The game’s world featured a dark, brooding, and twisted industrial landscape with small clusters of life being suppressed under robotic outgrowths that sprung from the ground like tumors, almost like a prototypical version of the horror on display in Five Nights at Freddy’s, in which uncanny animatronics stuff unlucky players into mechanical suits that snuff out their lives and humanity all at once. It was provocative stuff. And when taken alongside the game’s plot, which focused on rescuing a fetus being used as a scientific specimen, it drew ire from some players, who interpreted it as condemnation of abortion. “The game places a very high value on human life, even at its smallest,” said Scott. However, he also clarified that “The game itself was not designed with abortion specifically in mind.” Still, even with The Desolate Hope’s ambitions, it failed to meet Cawthon’s goals.
“Despite good reviews, my Christian projects were all financial failures,” he explained. “I came to a point where I was very disillusioned and frustrated with God…actually it was more like a broken heart. I felt like I’d squandered so many years of my life.” Elaborating on this crisis of faith, he added “Either God didn’t exist, or God hated me. I didn’t know which was worse…I decided to change careers, at times pursuing web design, then computer programming, even truck driving.”
After having his life insurance policy cancelled when his insurance provider caught wind of suicidal thoughts he had shared with his doctor, Scott decided to go before God and ask for him to channel his power through him, to use his earthly body. Drawn back to game development as a result of this, surprisingly enough with a secular project this time around, Scott began work on Five Nights at Freddy’s. “I felt drawn back to games again, but not Christian games anymore,” he explained. “It’s not that I wanted to leave the Christian market, I just didn’t feel ‘led’ to make another Christian game.”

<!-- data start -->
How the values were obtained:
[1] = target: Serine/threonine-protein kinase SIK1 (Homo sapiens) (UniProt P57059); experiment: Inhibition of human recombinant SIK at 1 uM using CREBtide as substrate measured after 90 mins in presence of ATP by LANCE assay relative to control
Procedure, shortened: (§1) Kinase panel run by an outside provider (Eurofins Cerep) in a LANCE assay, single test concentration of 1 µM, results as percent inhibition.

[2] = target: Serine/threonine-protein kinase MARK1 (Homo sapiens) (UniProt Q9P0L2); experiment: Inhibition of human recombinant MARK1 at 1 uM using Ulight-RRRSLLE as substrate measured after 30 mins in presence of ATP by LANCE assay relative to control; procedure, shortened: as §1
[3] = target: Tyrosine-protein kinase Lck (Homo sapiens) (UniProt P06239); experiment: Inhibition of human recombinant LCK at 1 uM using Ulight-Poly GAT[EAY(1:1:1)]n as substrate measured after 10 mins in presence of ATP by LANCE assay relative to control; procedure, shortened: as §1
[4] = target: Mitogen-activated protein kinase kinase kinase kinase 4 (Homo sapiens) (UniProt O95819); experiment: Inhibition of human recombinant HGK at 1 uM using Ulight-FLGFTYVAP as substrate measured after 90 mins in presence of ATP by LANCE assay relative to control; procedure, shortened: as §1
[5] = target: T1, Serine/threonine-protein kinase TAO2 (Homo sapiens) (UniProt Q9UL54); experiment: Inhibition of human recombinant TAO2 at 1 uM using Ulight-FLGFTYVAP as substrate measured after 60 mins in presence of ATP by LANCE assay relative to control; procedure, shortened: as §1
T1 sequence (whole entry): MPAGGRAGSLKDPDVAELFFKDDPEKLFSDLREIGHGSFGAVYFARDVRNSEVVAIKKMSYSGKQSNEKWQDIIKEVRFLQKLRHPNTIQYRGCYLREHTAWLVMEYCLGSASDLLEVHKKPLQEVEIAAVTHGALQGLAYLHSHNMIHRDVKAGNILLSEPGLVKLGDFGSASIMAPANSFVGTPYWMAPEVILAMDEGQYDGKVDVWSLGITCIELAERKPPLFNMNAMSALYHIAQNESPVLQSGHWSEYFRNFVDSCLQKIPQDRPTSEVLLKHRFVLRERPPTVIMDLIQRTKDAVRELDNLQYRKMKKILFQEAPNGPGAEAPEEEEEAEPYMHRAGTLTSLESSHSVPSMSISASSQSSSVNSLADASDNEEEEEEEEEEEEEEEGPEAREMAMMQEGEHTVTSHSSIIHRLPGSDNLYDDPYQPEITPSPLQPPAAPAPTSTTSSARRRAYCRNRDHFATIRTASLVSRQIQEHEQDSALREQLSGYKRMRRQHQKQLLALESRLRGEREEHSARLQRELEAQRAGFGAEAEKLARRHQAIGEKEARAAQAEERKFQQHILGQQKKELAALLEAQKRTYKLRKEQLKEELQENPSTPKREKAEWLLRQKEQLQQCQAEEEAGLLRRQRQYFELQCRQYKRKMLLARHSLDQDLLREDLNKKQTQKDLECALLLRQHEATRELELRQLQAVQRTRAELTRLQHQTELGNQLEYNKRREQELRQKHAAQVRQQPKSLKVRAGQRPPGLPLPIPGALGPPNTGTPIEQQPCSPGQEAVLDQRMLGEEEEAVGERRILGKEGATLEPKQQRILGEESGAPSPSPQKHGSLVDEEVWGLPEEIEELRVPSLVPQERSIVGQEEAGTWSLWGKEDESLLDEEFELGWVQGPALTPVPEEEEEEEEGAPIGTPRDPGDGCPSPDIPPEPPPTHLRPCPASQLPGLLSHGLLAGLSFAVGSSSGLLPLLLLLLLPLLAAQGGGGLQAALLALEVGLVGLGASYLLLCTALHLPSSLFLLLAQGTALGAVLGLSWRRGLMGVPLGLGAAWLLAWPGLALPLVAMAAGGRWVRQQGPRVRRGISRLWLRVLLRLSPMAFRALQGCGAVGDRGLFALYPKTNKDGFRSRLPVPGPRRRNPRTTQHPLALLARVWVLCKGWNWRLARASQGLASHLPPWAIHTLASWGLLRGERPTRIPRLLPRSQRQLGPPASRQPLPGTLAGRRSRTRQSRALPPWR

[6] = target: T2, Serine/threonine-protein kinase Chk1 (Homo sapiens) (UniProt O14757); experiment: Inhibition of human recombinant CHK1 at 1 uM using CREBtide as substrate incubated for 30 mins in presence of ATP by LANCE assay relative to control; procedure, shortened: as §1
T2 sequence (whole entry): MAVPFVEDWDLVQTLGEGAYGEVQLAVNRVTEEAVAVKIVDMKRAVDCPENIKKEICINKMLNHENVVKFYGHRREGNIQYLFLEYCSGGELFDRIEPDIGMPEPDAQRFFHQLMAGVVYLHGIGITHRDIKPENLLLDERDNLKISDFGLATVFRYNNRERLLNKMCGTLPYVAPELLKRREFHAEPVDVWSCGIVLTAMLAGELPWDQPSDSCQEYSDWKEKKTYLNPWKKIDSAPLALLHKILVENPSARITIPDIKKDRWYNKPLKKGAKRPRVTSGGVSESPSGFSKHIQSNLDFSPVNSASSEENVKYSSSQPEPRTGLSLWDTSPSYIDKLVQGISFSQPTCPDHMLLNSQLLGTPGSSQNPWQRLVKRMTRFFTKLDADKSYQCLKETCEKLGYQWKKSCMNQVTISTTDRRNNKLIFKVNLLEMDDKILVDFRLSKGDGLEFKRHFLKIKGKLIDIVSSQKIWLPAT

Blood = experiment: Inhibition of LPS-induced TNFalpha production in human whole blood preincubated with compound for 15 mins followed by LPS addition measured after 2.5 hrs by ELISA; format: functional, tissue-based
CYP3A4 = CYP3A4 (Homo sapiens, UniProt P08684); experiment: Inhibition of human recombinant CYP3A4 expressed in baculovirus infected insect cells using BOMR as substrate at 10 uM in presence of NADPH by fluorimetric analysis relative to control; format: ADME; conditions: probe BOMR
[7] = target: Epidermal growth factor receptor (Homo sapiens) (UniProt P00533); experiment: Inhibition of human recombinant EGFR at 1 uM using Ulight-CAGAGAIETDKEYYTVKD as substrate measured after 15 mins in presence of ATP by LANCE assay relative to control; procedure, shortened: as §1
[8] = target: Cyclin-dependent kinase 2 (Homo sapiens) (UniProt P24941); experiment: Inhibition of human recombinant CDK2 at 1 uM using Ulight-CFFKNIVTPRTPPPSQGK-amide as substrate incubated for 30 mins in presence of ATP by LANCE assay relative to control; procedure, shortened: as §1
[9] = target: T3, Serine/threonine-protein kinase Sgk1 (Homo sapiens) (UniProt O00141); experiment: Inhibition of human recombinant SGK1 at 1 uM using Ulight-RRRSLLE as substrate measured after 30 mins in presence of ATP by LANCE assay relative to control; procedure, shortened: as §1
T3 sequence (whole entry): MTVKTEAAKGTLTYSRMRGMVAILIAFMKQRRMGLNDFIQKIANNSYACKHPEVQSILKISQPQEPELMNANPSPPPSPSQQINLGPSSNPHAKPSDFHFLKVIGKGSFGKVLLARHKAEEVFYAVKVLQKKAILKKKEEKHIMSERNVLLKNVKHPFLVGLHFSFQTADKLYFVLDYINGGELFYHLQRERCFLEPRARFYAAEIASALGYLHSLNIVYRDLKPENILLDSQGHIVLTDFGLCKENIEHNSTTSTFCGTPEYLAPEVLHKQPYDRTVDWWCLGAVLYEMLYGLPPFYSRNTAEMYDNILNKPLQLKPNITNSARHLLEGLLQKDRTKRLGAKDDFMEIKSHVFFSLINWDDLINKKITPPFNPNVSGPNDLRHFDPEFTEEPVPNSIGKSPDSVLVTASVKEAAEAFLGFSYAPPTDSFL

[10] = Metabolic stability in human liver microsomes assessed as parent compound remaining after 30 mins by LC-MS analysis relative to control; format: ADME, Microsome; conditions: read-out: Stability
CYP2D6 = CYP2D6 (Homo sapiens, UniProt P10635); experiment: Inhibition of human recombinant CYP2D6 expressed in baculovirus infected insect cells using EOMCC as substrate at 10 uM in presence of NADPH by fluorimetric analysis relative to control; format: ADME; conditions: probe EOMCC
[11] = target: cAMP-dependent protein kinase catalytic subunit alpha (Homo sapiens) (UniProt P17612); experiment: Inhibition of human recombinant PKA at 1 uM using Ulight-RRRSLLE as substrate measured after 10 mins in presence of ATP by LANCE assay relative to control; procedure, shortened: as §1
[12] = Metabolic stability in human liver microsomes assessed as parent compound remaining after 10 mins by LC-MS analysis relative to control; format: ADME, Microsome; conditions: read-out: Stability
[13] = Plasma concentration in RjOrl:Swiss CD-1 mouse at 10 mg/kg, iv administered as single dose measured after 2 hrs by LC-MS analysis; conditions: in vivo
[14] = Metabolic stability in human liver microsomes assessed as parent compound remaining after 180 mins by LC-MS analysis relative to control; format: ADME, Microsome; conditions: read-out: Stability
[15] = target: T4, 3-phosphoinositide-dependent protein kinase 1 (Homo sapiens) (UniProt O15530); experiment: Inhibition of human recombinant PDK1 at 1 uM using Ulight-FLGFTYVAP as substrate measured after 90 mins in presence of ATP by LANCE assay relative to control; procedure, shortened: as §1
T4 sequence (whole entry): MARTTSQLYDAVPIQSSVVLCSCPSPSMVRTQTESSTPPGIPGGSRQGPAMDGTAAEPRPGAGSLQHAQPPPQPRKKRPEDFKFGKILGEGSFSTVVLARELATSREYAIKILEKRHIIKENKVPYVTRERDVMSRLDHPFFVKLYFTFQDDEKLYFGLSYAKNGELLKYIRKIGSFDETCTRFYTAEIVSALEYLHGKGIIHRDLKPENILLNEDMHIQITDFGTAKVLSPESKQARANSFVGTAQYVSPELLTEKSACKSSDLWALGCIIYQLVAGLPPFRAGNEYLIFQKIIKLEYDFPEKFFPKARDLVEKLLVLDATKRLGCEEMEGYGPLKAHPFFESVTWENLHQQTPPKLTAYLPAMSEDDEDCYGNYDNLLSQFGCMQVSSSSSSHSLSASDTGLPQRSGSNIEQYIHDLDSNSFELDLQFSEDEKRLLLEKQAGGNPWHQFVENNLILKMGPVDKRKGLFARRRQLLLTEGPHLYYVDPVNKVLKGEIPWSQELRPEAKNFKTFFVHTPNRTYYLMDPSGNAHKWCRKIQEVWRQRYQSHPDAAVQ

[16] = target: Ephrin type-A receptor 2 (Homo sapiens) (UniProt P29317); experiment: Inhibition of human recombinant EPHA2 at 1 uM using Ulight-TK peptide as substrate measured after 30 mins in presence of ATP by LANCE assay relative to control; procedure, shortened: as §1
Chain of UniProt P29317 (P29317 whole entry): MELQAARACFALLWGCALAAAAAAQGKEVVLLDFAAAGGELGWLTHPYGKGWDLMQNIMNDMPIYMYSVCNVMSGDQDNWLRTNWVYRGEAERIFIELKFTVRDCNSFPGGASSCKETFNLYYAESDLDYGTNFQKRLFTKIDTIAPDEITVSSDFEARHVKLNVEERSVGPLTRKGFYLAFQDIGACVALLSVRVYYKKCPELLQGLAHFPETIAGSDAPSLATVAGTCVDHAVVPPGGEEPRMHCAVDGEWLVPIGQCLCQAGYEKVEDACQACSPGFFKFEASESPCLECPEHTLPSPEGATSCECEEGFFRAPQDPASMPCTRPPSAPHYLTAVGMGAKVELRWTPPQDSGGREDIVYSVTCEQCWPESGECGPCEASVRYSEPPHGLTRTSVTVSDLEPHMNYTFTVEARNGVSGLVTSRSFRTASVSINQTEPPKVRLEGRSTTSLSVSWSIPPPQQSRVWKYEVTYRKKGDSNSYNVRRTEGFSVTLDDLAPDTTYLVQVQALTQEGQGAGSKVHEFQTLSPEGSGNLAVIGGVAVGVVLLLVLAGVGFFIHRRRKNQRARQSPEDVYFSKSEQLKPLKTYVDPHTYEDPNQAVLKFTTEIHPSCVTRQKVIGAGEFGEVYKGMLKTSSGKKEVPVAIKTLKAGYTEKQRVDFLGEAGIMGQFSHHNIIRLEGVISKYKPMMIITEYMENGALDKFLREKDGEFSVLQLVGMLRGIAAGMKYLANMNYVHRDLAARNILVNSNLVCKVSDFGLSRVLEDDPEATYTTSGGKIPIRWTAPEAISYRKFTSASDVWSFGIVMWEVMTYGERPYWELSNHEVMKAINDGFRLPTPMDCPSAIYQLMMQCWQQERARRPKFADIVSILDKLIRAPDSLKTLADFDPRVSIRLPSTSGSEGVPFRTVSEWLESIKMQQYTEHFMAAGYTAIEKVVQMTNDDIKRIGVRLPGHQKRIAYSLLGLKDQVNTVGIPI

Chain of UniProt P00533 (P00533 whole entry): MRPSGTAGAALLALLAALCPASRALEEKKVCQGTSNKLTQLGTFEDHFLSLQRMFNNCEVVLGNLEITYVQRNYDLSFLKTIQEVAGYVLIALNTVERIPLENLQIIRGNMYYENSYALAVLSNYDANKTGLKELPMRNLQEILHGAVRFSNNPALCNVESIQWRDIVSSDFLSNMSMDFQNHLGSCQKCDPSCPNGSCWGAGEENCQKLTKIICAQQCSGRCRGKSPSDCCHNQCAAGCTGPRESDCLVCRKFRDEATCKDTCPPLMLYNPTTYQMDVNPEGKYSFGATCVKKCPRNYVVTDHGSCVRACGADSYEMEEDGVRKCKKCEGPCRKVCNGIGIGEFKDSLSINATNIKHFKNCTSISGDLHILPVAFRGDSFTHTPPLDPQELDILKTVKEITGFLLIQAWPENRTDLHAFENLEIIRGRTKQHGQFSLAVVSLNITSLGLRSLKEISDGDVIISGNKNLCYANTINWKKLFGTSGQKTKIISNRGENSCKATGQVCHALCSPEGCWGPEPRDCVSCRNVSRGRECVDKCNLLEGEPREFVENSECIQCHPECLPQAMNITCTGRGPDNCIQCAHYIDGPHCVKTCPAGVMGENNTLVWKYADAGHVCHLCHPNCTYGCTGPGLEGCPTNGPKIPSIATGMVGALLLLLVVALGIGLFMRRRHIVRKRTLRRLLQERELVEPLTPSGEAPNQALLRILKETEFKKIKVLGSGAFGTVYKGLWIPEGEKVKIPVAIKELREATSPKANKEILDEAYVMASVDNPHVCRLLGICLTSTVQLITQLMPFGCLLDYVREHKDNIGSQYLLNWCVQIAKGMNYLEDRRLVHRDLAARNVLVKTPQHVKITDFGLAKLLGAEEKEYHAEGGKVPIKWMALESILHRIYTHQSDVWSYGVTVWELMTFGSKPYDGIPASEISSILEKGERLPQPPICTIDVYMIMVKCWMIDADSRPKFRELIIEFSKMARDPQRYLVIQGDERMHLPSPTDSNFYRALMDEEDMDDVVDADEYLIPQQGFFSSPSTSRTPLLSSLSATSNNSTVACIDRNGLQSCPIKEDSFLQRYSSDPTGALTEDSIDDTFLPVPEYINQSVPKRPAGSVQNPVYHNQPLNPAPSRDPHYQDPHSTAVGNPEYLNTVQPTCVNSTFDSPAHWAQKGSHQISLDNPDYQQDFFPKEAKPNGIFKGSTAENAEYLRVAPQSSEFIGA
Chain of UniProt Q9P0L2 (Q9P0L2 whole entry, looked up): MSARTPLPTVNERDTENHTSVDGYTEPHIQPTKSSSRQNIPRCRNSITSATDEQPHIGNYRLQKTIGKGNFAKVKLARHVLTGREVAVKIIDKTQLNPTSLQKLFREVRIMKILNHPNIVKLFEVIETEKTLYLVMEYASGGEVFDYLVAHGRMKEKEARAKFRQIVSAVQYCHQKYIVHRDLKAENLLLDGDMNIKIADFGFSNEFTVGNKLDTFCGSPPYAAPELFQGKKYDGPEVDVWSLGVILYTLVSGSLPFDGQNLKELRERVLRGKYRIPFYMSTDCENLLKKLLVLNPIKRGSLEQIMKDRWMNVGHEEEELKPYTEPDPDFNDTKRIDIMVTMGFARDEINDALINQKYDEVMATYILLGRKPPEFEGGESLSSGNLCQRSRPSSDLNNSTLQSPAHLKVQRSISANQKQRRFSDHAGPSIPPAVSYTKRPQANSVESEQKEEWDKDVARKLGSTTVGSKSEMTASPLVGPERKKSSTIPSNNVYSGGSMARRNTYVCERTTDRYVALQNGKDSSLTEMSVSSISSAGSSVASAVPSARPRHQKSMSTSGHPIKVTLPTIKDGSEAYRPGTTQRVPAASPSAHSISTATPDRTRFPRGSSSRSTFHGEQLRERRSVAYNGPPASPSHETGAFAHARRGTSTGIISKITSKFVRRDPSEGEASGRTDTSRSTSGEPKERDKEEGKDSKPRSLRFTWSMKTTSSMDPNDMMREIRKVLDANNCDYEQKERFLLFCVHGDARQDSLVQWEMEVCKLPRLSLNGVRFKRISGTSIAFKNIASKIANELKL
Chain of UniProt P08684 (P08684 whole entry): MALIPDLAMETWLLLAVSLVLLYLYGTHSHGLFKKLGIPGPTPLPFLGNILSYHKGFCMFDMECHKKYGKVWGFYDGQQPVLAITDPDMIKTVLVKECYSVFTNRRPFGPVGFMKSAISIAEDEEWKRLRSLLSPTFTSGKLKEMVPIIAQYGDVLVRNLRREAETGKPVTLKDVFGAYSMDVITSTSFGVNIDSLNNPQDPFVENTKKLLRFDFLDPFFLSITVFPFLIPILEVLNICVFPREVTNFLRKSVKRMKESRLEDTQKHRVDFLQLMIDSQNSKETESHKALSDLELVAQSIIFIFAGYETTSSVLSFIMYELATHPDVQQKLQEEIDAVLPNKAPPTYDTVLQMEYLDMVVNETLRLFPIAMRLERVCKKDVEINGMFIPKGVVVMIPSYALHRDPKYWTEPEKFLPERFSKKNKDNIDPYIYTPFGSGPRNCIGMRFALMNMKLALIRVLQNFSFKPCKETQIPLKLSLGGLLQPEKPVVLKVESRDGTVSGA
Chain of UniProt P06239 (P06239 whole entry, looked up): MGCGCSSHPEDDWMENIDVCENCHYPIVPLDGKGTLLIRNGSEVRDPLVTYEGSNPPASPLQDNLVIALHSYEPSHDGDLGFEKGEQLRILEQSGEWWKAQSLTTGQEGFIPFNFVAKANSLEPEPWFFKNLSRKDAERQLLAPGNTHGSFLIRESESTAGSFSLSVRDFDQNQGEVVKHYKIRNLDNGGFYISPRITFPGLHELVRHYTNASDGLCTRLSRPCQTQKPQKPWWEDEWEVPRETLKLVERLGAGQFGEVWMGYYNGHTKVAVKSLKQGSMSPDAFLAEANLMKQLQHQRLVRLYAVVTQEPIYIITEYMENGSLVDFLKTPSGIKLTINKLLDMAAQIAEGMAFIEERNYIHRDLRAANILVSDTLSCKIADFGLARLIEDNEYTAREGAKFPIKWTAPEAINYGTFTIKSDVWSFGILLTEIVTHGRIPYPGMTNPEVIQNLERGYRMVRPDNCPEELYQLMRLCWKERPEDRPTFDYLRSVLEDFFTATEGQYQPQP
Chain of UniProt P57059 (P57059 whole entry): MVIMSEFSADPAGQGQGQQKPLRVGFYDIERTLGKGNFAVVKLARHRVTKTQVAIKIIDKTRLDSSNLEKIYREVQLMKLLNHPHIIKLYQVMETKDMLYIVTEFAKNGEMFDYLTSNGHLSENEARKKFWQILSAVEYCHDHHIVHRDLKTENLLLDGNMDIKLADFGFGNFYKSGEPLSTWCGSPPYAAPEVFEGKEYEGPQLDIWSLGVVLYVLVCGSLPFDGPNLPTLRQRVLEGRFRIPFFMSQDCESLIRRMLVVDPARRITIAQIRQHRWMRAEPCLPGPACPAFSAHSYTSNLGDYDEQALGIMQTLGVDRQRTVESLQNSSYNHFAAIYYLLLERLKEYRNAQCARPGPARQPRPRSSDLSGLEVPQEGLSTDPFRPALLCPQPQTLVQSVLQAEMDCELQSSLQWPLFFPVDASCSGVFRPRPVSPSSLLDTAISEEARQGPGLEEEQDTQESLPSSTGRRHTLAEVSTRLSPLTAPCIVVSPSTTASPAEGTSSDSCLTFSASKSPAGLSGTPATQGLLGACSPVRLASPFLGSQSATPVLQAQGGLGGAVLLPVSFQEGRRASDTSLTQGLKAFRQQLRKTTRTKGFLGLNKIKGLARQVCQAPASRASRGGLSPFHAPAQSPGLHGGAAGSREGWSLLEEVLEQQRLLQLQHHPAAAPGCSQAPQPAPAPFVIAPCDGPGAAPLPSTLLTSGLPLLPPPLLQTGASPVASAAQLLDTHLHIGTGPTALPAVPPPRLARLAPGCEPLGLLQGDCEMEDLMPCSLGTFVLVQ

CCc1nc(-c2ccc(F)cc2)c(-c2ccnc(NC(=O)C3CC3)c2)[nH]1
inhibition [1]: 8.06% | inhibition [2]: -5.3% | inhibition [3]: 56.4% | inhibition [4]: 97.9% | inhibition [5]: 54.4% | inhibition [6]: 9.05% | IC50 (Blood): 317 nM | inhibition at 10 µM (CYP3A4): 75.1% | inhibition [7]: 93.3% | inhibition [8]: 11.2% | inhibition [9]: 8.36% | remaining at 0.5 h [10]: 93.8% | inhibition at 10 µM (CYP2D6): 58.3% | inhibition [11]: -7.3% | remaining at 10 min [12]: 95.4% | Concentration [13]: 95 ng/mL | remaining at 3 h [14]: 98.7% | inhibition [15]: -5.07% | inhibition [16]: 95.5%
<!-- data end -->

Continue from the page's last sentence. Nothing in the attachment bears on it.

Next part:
This brings us up-to-date to the Scott Cawthon that most people have come to know through his Five Nights At Freddy’s series. And so, as much as FNaF World seemed like a departure for the man known for those popular horror games, it was actually more of a return to Cawthon’s previously ambitious nature, hitting similar adventure tones to and matching the art style of The Desolate Hope and Chipper and Sons. It reads like Cawthon attempting to not only go back to his roots, but redeem them, finally showing critics that a game in this style could work.
Which is why it’s so disheartening to see him dismiss it as a failure. If FNAF World was Scott’s attempt to vindicate himself as an artist, then seeing it flop is akin to seeing Chipper and Sons torn apart. If a success, FNAF World might have allowed Cawthon to put his old demons to bed and feel more comfortable showing us more of his dream projects. Ideas that might not have appealed to everybody, but would have shown us more of the man behind the game. As it stands, it is yet another entry in a cycle of criticism-and-redemption that seems to leave Cawthon attempting to please others more than himself. This self-flagellation is a remarkably Christian take on game development, and while it has motivated him a number of times, it’s clear that it has taken its toll.
Read the full interview over at Geeks Under Grace.